Hamil­ton joins For­mula 1’s all-time greats

F1 Racing - - INSIDER -

Over two grand prix week­ends, Lewis Hamil­ton sur­passed hero Ayr­ton Senna’s GP win tally and en­tered the se­lect club of three-time world cham­pi­ons

Juan Manuel Fan­gio, Jack Brab­ham, Jackie Ste­wart, Niki Lauda, Nel­son Pi­quet, Alain Prost, Ayr­ton Senna, Michael Schu­macher, Se­bas­tian Vet­tel… and now Lewis Hamil­ton. Vic­tory at Oc­to­ber’s US GP en­abled Hamil­ton to put the 2015 For­mula 1 World Cham­pi­onship be­yond the reach of any of his ri­vals, and in do­ing so he joined the se­lect group of aces who have won the driv­ers’ ti­tle at least three times each.

And this isn’t the only sig­nif­i­cant achieve­ment Hamil­ton has notched up this sea­son. Two weeks ear­lier, in Sochi, he passed a land­mark that had per­sonal res­o­nance for him: hav­ing al­ready matched his hero Ayr­ton Senna’s 41 GP wins, Hamil­ton made it 42 with vic­tory at the Rus­sian Grand Prix. Senna took his fi­nal win on his 158th start – the 1993 Aus­tralian GP – while Hamil­ton hit the 41 mark on his 162nd, at Suzuka this year.

Se­bas­tian Vet­tel also sur­passed Senna’s vic­tory tally this sea­son, notch­ing up win num­ber 42 in Sin­ga­pore. His ri­valry with Hamil­ton may come to de­fine this era, and with the com­pet­i­tive­ness of their cur­rent ma­chin­ery, each must now have their sights set on the next goal: Alain Prost’s score of 51 wins looks com­fort­ably achiev­able for both, as the French four-time cham­pion him­self has ac­knowl­edged. He tweeted af­ter the Rus­sian Grand Prix: “I have to look in both mir­rors at the same time – not easy.”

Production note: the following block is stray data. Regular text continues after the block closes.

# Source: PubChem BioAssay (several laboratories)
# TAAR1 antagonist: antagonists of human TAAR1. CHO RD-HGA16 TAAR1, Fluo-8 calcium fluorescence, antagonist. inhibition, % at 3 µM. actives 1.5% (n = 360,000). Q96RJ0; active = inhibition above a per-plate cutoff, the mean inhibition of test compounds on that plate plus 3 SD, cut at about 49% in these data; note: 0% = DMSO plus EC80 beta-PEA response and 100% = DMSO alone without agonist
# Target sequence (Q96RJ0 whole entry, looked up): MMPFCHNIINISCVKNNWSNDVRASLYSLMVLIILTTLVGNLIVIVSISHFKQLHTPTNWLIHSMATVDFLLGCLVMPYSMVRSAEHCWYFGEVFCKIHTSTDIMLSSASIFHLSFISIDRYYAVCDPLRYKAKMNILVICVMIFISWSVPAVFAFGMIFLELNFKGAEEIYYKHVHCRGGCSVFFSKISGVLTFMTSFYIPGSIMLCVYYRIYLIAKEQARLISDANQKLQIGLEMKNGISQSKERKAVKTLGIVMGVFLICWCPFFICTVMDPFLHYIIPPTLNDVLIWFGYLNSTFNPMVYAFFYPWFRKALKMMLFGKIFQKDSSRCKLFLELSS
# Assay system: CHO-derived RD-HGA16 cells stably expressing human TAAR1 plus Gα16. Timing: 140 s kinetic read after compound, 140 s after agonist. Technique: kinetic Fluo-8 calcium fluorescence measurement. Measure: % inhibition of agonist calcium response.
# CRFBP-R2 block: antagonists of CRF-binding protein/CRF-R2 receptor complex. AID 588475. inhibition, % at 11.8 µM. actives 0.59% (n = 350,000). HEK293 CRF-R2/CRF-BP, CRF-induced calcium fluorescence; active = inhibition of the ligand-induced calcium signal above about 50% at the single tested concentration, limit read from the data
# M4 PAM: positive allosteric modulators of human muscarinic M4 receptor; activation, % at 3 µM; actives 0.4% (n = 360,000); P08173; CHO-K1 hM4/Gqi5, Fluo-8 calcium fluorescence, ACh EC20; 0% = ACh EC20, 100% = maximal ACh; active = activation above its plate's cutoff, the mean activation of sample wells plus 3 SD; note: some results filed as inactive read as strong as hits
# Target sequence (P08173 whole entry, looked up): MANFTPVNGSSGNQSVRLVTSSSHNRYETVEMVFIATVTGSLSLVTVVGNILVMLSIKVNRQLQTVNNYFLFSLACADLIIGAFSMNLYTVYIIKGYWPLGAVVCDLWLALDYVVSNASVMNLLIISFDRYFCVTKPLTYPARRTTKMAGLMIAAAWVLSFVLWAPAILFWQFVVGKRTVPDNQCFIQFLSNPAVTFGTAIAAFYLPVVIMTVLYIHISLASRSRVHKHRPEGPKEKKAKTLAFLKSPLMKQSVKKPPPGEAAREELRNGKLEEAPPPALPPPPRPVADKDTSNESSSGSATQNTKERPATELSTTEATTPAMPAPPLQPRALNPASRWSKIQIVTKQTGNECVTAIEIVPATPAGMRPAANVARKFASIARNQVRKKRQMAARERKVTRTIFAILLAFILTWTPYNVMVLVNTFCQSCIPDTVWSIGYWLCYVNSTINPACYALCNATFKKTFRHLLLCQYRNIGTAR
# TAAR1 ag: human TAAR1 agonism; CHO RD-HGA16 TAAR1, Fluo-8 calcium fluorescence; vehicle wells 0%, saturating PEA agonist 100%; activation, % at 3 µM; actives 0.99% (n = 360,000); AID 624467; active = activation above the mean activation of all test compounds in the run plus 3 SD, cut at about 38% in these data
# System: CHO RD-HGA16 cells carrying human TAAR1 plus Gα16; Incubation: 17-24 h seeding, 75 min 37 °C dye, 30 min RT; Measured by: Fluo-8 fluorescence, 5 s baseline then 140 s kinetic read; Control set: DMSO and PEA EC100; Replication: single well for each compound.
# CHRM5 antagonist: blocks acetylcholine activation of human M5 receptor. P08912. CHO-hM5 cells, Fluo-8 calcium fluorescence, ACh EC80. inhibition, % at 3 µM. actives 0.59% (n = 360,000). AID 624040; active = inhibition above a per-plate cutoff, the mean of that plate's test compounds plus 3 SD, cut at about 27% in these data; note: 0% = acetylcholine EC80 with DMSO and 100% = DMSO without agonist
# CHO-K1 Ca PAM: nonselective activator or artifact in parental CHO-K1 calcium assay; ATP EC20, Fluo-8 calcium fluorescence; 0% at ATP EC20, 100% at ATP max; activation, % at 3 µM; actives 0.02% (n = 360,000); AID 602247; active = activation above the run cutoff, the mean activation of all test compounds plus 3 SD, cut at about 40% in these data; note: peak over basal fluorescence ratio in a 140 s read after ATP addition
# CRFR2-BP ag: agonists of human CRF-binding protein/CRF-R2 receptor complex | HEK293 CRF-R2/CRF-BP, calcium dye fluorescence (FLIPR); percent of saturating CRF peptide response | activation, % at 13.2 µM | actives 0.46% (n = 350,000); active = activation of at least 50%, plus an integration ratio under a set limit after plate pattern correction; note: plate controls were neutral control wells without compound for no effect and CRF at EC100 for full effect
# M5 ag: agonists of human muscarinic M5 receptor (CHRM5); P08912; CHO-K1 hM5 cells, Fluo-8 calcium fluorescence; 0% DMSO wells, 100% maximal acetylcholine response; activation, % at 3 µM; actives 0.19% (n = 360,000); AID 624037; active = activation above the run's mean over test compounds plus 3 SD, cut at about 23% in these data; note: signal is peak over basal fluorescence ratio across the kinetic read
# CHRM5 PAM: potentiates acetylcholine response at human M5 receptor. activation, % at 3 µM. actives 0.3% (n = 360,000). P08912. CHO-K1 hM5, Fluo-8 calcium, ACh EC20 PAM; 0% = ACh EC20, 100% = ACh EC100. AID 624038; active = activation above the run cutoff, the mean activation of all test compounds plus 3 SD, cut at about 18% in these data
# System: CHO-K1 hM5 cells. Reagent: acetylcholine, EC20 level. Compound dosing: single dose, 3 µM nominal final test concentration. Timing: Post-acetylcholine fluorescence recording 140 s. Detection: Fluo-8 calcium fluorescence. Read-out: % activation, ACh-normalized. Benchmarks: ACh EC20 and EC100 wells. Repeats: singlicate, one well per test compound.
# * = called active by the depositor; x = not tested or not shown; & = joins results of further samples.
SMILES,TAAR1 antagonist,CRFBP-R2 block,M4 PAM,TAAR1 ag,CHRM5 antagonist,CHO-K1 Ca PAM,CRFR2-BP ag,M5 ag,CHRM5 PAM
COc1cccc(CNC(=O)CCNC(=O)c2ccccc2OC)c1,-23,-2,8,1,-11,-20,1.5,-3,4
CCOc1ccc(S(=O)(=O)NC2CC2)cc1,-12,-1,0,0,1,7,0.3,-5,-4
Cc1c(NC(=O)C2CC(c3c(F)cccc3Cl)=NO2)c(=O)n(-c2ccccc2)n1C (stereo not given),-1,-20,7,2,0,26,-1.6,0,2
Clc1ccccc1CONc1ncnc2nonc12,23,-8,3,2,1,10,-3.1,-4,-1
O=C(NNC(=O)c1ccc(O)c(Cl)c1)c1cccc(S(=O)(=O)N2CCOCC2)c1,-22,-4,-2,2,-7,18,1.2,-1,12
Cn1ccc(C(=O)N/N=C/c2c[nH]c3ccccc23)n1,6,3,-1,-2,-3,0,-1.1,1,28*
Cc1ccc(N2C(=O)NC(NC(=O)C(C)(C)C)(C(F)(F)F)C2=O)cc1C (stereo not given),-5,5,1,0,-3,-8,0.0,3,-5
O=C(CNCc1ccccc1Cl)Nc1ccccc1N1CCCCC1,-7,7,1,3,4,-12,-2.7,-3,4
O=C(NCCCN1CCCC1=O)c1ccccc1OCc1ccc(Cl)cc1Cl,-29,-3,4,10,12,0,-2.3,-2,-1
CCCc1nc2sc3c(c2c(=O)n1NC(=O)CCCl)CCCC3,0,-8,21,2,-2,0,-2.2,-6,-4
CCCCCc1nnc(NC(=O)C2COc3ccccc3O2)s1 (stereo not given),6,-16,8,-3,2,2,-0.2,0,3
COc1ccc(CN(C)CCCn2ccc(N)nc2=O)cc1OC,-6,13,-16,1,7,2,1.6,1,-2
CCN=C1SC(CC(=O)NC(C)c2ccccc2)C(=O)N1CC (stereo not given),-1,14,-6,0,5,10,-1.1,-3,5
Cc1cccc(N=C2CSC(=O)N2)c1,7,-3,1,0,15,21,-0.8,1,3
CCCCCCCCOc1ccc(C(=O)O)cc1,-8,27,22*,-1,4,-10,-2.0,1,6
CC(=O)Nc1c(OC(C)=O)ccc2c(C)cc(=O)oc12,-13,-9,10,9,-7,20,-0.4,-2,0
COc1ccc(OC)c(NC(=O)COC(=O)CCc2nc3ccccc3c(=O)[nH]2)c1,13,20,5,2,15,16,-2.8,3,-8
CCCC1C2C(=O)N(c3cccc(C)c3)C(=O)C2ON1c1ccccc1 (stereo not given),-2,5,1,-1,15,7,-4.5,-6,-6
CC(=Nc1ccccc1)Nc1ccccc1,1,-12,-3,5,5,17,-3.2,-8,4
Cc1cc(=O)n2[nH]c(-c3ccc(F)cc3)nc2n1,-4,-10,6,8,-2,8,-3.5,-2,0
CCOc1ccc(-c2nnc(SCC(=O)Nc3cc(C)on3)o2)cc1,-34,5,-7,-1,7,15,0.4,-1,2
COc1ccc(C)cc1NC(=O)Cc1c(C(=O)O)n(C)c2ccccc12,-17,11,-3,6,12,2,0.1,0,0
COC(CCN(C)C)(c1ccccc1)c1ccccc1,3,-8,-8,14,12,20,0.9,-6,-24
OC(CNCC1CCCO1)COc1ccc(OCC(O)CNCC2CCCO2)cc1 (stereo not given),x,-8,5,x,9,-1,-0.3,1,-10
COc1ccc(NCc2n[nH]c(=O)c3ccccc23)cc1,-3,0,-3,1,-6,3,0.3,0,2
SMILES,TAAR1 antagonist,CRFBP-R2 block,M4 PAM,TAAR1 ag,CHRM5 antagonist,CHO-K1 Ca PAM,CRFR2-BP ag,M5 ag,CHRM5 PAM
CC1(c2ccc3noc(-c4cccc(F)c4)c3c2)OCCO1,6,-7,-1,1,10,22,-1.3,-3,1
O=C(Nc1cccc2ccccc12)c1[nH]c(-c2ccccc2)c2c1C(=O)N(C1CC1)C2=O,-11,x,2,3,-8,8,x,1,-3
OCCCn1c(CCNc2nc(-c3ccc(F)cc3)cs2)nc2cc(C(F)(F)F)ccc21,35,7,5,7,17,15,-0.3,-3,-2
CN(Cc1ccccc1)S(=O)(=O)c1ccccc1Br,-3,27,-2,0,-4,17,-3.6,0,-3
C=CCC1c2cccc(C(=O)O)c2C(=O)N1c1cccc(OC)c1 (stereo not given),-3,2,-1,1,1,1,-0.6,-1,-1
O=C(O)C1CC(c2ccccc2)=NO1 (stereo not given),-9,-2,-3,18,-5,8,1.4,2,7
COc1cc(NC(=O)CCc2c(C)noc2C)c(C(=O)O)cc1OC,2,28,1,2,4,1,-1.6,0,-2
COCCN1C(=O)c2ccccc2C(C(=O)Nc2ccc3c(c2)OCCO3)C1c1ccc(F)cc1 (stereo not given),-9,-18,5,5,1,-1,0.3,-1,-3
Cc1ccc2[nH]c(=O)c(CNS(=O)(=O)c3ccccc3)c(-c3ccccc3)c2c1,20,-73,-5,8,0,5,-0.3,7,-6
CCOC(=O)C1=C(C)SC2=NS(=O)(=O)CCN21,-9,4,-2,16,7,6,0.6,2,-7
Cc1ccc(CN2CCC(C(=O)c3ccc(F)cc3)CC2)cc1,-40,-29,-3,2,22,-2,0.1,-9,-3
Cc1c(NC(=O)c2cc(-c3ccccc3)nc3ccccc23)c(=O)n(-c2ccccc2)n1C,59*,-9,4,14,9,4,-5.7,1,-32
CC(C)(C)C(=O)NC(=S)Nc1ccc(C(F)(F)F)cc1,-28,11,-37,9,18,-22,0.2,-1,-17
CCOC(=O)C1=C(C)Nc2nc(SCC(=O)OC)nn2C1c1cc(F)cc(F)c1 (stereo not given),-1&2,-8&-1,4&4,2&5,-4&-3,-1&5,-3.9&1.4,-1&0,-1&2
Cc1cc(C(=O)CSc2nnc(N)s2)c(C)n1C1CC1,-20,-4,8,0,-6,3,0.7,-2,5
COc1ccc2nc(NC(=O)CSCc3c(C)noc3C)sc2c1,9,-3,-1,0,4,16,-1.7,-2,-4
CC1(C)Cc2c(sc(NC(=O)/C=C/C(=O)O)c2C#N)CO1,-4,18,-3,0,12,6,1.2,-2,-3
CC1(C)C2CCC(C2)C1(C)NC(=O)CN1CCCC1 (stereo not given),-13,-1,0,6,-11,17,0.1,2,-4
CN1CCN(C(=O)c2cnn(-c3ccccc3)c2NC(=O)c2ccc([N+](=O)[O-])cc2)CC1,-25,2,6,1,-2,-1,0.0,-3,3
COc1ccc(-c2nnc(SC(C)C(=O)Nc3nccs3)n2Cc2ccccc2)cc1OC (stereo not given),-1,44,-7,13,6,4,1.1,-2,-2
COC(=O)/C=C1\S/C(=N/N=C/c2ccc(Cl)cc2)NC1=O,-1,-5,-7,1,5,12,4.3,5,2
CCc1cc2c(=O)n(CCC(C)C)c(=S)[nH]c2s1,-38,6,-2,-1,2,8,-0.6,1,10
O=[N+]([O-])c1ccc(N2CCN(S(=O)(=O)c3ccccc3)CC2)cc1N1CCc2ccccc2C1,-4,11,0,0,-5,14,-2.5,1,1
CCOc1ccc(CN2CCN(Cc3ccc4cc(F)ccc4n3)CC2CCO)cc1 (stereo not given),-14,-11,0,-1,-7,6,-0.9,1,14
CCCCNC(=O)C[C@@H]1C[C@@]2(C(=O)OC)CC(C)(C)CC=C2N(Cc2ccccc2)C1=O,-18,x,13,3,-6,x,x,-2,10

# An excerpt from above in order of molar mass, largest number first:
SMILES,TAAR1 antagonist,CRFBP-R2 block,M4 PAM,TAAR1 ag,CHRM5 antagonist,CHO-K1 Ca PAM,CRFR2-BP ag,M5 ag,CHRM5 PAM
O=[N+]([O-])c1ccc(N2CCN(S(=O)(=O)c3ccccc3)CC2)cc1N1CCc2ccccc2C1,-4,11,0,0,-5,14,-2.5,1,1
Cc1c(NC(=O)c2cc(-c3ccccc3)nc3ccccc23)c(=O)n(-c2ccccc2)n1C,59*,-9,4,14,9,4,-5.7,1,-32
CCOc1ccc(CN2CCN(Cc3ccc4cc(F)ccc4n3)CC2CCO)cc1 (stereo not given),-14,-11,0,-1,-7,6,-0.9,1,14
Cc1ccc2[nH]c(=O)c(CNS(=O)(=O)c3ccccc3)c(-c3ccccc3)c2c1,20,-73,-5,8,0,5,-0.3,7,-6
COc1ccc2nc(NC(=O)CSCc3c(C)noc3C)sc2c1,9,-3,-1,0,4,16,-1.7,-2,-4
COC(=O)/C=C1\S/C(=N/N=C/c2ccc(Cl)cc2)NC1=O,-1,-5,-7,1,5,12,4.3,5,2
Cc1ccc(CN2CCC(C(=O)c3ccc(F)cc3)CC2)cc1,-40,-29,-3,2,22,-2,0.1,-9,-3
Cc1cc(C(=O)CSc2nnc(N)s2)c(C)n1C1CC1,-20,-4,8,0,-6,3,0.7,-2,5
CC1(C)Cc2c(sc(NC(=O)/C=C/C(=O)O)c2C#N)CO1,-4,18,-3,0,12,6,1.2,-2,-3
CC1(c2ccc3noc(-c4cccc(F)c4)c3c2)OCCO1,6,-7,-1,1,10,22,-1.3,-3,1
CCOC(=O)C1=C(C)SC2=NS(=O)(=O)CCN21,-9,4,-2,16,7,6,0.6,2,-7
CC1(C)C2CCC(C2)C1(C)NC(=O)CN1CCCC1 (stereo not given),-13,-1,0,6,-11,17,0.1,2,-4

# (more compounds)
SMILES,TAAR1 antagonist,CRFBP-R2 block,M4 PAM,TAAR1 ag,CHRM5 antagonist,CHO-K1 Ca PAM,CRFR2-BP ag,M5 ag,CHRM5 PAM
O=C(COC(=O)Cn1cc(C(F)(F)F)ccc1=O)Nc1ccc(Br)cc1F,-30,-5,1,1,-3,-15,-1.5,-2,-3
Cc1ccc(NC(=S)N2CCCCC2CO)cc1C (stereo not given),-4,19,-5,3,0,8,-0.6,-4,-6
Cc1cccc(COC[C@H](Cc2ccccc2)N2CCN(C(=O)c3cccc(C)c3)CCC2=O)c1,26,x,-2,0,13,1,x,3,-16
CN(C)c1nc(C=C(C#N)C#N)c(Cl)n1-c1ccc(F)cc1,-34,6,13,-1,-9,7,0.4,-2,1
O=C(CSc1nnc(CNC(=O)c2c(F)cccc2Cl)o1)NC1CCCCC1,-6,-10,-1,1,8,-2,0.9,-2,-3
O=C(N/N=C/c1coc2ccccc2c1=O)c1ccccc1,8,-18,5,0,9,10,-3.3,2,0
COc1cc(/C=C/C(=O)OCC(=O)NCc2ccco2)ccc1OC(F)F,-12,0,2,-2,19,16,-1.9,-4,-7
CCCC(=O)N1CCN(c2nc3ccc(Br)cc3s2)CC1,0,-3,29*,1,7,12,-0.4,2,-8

Michael Schu­macher still leads the all-time F1 rank­ings with 91 vic­to­ries, which may be be­yond the reach of 30-year-old Hamil­ton and 28-yearold Vet­tel. That said, Hamil­ton in par­tic­u­lar is now rack­ing up the wins at a rapid rate – at the time of writ­ing he has added 21 wins to his tally since the start of the 2014 sea­son.

This rate of suc­cess, sim­i­lar to that demon­strated by Vet­tel with Red Bull in 2011 and 2013, un­der­lines how a driver needs a dom­i­nant car for a num­ber of sea­sons in or­der to achieve th­ese sorts of sta­tis­tics. Fer­nando Alonso, who has been stuck on 32 wins since the Span­ish Grand Prix in 2013 (his 201st start), would not ar­gue with the logic of that ar­gu­ment.

Hamil­ton’s suc­cess vin­di­cates his de­ci­sion in 2012 to ‘leave home’ and sever his ties with McLaren, who had sup­ported his ca­reer since his kart­ing days. At the time this move came as a shock to many, but in truth the pa­tri­ar­chal re­la­tion­ship be­tween McLaren and Hamil­ton was as suf­fo­cat­ing as it was com­fort­ing. Hamil­ton took a risk, bought into the Mercedes growth vi­sion of Ross Brawn and Niki Lauda, and in step­ping out of his com­fort zone he put him­self in a po­si­tion to de­velop fur­ther as a driver.

Hamil­ton’s McLaren years were chiefly char­ac­terised by frus­tra­tion; the world ti­tle slipped through his fin­gers in his rookie year; the team were wrong­footed by the 2009 tech­ni­cal reg­u­la­tions and only re­gained fron­trun­ning pace mid-sea­son; and fur­ther chances were missed in 2010 and 2012. Had he stayed at McLaren from 2013 on­wards, Hamil­ton would have been part of their hu­mil­i­at­ing slump in com­pet­i­tive­ness.

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